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Romantic Art.

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Presentation on theme: "Romantic Art."— Presentation transcript:

1 Romantic Art

2 Characteristics Great diversity Subjects Contemporary events
Literature Nature History Exotic places

3 New Way of Seeing the World
Personal Feeling Imagination Nature and Natural Landscape Hero & Heroism National struggles for independence

4 Neoclassical

5 Romantic Techniques Irregularity Irrationality Model form by color
Deliberate brushstrokes Exaggeration Emphasis on individuality

6 Precursors to the Romantic Movement

7 David, Napoleon Crossing the Great Saint Bernard Pass, 1800, Romantic

8 David examples Other art by David

9 Antoine Jean Gros 1771-1835 David’s student
Napoleon’s official battle painter “Glamorous Lies”

10 Gros, Napoleon Visiting the Plague Victims at Jaffa

11 New Romantic Work

12 Francisco Goya 1746-1828 “Father of Modern Art”
Worked for over 60 years Personal emotion in work Napoleon invades Spain – work changes

13 Goya, Third of May 1808, Romantic, 1814

14 Disasters of War

15 Disasters of War I saw this - title

16 Theodore Géricault 1791-1824 Fashionable dandy
Colorful, energetic pieces Wide range of subject matter Inspiration Horses Clinically insane

17 Gericault , The Raft of the Medusa, Romantic, 1814

18 19th Century Nationalism
Definition of nationalism again Curiosity Exotic Subjects Invasion of Egypt in Two ways of looking

19 Classicism & Color Ingres’ followers – classical ideal & sense of reason Delacroix’s followers – progressive style & color in art & appeals to emotion

20 Ingres

21 Eugene Delacroix 1798-1863 Color & emotion Similar to Byron
Imagination Dramatic Narrative Exotic subjects

22 Death of Sardanapalus

23 Delacroix, Liberty Leading the People, Romantic, 1830

24 Nike of Samothrace & Liberty

25 Comparison

26 Liberty Leading the People

27 Romantic Landscapes Man verses nature Industrial Revolution
Two ways of interacting with nature Violent and destroys Idealized and cherished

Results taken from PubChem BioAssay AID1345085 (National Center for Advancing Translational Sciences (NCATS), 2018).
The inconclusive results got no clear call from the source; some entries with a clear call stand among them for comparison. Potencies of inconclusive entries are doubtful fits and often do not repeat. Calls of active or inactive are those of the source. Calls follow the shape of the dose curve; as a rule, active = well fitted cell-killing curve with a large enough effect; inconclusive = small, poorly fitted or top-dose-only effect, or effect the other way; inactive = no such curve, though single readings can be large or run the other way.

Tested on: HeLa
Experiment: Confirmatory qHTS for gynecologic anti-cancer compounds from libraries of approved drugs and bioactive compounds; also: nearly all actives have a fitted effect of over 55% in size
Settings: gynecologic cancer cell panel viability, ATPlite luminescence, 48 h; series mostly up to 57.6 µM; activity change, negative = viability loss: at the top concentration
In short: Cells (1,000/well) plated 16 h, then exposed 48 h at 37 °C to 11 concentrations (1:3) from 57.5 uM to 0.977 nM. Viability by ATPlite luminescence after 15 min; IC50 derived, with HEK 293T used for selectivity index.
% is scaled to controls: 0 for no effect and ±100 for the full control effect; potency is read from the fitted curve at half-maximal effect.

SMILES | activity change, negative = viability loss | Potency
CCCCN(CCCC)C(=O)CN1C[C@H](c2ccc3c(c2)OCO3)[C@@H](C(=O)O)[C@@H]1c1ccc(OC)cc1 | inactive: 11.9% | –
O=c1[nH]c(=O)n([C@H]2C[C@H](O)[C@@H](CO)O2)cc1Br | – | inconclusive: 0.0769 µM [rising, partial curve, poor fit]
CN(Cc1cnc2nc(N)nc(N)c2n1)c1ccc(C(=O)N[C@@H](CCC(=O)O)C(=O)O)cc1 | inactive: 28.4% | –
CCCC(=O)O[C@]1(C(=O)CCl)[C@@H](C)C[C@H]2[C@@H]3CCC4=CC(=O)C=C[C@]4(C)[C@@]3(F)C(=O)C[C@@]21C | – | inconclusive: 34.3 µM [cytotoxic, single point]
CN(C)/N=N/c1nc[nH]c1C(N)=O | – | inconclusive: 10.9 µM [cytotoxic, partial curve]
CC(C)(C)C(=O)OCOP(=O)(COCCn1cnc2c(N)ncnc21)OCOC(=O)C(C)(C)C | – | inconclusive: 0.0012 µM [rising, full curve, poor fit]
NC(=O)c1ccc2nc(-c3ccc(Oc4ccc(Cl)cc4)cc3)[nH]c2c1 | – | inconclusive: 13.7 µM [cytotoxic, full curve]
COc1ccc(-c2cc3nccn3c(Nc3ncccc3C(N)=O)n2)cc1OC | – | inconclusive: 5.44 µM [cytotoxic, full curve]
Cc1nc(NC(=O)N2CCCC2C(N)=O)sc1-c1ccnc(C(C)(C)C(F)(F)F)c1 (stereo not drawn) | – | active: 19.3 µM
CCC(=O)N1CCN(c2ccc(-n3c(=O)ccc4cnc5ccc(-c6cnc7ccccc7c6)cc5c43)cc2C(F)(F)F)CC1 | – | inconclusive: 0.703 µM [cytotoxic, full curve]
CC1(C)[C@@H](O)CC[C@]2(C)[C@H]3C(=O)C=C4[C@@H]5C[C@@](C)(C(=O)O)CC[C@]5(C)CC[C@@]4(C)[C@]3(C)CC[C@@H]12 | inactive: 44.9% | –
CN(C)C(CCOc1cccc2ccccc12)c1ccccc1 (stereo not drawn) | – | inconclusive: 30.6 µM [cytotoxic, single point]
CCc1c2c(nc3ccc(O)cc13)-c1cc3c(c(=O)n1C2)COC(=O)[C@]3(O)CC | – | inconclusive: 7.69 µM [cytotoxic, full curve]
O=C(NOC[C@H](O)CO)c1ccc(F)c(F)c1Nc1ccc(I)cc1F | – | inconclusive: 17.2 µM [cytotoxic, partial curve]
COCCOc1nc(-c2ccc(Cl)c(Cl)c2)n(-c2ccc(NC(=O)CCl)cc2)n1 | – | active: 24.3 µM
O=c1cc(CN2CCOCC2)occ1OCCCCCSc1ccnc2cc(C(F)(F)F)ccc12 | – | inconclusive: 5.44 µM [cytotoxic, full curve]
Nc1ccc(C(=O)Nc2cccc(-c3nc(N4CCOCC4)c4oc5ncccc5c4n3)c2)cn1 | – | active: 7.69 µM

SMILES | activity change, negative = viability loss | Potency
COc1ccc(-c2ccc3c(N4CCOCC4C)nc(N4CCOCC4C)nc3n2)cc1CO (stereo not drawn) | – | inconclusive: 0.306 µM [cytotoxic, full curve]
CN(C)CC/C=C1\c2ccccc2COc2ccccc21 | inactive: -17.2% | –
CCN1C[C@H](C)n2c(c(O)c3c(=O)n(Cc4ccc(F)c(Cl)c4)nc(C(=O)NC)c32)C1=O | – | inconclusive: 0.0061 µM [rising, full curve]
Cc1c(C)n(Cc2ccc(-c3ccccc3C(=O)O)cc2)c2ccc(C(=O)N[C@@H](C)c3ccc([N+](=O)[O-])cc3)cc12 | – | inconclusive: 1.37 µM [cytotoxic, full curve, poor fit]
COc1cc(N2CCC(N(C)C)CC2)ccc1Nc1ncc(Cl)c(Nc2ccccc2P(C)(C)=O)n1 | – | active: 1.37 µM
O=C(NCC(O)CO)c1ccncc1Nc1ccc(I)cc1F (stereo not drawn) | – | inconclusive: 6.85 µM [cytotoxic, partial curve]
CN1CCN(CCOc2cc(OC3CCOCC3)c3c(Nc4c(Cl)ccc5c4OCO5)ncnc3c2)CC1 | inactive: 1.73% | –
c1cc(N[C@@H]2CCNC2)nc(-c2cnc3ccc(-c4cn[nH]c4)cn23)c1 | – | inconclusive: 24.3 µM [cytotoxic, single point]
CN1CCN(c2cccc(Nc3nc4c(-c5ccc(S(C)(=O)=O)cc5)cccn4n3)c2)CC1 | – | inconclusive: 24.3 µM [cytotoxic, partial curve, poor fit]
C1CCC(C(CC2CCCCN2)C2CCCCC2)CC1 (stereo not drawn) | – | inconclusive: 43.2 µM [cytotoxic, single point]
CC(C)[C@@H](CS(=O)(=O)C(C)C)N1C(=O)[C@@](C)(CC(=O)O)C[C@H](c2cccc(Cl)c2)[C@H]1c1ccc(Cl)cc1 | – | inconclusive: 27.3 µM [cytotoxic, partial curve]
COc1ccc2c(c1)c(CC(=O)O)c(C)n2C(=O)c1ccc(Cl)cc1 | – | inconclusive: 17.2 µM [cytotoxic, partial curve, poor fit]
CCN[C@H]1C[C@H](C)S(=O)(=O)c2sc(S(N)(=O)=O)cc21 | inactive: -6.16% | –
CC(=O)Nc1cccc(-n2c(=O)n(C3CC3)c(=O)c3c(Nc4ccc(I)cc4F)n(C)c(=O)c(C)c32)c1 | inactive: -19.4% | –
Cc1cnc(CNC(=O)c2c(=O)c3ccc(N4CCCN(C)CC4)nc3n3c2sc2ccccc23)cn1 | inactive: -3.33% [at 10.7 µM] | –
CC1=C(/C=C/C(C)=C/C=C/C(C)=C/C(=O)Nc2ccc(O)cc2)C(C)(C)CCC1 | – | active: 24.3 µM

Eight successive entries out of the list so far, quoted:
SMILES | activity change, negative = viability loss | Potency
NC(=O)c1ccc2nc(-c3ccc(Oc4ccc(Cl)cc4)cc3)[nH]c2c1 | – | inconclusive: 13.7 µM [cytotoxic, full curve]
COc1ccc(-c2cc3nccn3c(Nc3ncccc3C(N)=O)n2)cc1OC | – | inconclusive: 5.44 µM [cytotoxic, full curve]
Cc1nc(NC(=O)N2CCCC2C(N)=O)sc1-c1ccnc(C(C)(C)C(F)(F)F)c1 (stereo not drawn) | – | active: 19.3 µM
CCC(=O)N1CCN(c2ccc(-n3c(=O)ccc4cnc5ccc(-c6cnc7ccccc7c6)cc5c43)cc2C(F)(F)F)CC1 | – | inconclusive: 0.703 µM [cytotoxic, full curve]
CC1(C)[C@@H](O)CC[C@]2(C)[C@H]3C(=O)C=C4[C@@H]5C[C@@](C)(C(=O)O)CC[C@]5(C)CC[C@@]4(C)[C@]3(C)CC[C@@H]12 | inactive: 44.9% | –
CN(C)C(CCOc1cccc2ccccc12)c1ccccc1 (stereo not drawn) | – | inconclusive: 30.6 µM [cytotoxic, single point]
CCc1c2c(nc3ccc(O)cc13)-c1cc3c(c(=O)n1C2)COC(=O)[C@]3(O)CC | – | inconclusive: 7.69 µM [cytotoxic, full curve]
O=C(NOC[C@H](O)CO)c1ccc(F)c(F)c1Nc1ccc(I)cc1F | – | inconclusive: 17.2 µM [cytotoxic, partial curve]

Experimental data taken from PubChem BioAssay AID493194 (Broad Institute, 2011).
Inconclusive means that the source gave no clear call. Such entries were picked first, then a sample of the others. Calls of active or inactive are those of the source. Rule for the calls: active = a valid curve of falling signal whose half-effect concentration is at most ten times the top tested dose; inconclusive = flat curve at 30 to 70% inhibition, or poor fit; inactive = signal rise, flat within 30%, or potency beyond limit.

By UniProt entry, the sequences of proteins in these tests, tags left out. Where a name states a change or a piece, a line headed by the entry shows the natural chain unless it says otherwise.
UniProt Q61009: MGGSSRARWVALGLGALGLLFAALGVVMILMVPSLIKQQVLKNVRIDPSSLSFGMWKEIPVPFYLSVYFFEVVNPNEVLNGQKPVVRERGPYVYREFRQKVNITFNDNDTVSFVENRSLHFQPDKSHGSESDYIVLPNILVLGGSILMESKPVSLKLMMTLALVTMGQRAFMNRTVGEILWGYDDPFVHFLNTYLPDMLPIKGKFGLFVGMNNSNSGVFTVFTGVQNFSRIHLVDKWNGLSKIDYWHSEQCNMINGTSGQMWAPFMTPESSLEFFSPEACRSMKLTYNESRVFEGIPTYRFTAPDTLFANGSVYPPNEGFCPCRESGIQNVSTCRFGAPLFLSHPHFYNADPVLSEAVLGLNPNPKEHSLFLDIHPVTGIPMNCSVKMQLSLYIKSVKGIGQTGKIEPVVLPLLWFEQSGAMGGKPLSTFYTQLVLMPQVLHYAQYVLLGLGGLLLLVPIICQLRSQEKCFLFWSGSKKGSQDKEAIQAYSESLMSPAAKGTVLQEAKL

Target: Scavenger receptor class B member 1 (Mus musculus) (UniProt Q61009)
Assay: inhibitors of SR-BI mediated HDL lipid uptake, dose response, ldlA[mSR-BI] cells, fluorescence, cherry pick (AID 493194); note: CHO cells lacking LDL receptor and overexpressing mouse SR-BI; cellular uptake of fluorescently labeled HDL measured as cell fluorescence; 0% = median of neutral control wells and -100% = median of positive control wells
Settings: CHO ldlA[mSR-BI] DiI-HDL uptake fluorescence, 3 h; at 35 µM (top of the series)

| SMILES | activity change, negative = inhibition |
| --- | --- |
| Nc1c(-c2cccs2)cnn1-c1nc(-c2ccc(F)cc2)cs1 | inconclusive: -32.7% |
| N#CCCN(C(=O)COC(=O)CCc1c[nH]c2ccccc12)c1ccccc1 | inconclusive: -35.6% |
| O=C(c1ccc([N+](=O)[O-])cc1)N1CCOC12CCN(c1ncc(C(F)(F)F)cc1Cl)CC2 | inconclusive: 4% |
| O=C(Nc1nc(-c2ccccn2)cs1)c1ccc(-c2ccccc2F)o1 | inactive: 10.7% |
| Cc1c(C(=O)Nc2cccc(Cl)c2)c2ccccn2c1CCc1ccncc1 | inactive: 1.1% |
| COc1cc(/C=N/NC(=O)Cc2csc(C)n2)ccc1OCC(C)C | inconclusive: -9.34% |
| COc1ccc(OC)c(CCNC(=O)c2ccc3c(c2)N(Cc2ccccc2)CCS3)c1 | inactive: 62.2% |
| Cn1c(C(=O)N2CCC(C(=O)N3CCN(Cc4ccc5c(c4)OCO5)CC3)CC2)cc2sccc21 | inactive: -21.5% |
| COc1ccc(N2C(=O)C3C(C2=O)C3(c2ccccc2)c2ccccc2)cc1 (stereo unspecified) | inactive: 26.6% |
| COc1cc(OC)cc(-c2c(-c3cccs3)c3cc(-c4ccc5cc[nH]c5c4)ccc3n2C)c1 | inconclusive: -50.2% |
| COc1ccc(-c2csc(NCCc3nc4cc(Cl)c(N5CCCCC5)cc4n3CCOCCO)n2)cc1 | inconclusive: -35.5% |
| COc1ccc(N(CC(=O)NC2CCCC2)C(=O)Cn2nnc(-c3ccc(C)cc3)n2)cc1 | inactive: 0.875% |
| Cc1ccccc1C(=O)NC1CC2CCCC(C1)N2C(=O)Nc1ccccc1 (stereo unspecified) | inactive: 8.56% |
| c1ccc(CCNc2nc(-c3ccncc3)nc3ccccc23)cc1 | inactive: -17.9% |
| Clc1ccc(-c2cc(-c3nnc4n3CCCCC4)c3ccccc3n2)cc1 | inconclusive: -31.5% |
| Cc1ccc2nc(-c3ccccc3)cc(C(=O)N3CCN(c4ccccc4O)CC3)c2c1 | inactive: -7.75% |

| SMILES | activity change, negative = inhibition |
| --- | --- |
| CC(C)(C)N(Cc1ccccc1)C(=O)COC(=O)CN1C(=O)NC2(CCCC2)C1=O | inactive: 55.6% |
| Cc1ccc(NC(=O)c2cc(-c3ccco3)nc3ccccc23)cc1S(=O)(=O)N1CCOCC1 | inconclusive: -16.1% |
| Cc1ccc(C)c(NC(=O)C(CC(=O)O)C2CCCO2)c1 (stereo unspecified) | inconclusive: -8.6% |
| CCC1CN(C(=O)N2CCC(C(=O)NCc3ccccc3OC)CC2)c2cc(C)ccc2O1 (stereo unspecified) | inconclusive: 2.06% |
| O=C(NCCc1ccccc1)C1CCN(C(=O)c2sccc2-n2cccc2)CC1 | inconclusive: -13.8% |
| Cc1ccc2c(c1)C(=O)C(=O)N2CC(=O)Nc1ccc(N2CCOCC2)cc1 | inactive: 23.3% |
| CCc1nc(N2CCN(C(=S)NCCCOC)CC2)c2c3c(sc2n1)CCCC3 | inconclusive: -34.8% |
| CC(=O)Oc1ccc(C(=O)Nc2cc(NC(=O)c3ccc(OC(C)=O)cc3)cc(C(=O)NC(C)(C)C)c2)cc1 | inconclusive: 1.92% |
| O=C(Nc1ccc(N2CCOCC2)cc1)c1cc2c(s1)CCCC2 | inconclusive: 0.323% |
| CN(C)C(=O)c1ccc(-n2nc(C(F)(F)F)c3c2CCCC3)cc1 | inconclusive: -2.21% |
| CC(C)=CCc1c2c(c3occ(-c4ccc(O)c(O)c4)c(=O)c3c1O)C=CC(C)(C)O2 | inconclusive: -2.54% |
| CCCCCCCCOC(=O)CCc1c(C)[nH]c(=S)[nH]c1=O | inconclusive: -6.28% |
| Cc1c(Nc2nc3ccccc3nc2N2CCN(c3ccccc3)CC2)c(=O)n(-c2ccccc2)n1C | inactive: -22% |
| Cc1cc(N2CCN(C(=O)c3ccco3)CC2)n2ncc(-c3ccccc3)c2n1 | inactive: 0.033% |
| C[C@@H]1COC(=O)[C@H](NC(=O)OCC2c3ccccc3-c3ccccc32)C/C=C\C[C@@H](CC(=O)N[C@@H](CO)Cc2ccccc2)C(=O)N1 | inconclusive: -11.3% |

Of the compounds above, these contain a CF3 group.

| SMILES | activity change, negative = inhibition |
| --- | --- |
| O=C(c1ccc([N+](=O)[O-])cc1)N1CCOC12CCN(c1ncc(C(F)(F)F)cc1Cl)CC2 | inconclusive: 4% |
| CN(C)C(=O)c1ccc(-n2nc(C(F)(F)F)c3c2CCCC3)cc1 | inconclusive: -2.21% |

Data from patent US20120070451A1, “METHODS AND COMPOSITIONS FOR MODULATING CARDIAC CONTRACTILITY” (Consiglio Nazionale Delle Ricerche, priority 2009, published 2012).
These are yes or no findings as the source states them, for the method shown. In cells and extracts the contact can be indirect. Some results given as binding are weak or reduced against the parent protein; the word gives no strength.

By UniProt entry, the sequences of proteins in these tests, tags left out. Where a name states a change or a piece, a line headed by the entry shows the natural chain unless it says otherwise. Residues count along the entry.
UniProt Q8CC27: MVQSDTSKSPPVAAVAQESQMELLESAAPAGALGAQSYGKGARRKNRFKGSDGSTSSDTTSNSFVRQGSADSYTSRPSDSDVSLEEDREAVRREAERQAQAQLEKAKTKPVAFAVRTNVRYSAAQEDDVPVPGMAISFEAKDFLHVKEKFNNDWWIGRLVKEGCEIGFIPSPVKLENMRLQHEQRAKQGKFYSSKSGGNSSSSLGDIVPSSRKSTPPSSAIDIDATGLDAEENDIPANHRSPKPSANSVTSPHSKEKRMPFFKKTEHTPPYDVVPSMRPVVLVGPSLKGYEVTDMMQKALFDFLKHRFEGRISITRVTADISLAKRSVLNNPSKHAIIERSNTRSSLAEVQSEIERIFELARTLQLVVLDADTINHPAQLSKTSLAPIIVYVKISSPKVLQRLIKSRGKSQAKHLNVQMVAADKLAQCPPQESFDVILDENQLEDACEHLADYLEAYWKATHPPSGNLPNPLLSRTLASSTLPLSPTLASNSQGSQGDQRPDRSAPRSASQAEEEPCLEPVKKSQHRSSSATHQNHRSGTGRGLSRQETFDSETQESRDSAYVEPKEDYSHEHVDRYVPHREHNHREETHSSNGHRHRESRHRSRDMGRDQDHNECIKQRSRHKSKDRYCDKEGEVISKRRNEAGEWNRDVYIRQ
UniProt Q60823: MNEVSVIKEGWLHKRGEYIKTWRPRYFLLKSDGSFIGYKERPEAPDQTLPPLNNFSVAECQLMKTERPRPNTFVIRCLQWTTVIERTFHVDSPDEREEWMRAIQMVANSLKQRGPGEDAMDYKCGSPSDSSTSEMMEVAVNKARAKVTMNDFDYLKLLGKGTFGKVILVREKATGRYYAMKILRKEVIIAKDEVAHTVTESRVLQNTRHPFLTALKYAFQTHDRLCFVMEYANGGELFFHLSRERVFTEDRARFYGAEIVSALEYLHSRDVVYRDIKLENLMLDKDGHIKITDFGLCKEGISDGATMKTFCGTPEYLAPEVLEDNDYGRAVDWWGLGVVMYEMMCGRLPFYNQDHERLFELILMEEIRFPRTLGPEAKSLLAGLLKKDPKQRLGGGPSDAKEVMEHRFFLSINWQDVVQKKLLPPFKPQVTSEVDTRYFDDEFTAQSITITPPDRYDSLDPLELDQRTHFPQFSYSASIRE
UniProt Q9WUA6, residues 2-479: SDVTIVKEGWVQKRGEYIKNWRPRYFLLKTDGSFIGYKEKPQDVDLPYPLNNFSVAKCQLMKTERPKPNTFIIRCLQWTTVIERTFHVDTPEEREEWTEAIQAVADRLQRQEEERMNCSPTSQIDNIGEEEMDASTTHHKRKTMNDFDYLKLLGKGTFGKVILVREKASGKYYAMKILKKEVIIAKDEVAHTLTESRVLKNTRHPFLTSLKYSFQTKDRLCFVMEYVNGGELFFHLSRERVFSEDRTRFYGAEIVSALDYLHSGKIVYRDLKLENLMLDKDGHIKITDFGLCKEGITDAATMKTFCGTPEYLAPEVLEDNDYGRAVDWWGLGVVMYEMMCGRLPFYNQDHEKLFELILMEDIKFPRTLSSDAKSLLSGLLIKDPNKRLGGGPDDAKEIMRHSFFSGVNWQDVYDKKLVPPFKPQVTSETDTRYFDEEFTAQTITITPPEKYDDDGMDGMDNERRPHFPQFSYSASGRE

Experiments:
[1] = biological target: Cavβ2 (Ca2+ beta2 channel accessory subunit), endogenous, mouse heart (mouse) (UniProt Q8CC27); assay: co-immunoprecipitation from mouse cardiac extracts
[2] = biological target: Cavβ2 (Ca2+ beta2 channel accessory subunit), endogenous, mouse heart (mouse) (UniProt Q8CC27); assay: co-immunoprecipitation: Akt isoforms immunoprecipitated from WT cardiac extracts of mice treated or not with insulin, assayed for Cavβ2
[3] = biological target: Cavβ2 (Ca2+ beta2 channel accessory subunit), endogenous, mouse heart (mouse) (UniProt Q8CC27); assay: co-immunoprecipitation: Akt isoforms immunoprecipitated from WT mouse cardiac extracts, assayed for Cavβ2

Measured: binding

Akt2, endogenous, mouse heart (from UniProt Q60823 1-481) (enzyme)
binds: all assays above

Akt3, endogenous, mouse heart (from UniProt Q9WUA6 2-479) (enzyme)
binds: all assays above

28 Joseph Mallord William Turner
Eccentric personality Fierce quality of man vs. nature Abstract & Impressionistic Based on actual events

29 Turner, The Slave Ship, Romantic, 1840

30 Caspar David Friedrich
Symbolic landscape Religious mysticism “gothic gloom”

31 Friedrich , Two Men Gazing at the Moon, Romantic, 1819-1820

32 Thomas Cole 1801-1848 Emigrated to America
Elevated moral tone in his landscape paintings Hudson River School

33 Cole, The Oxbow, Hudson River School, 1836

34 Sculpture

35 Bartholdi, Statue of Liberty, 1884

36 Rude, The Departure of the Volunteers, 1792

37 Edmonia Lewis 1840s-1890s African American and Native American descent
Ex-patriot Does all the work herself

38 Lewis, Forever Free, Romantic, 1847

39 England

40 Alfred Lord Tennyson 1802-1892 Poet Laureate Idylls of the King, 1859
Story of King Arthur

41 Pre-Raphaelites 1848 Dante Gabriel Rossetti, John Everett Millais, William Holman Hunt Based on a real model

42 Pre-Raphaelites Generally brighter paintings “Truth to nature”
Significant subjects Medieval tales Religion Poetry

43 Rossetti

44 Millais

45 William Holman Hunt

46 19th Century Architecture
Looks to the past Neoclassical no longer appeals to everyone Medieval World Nation’s historical & cultural past

47 Charles Barry and AWN Pugin, The British Houses of Parliament, 1840-60, Neo-Medievalism/Gothic

48 Nash, The Royal Pavilion, Brighton, 1815, Exotic

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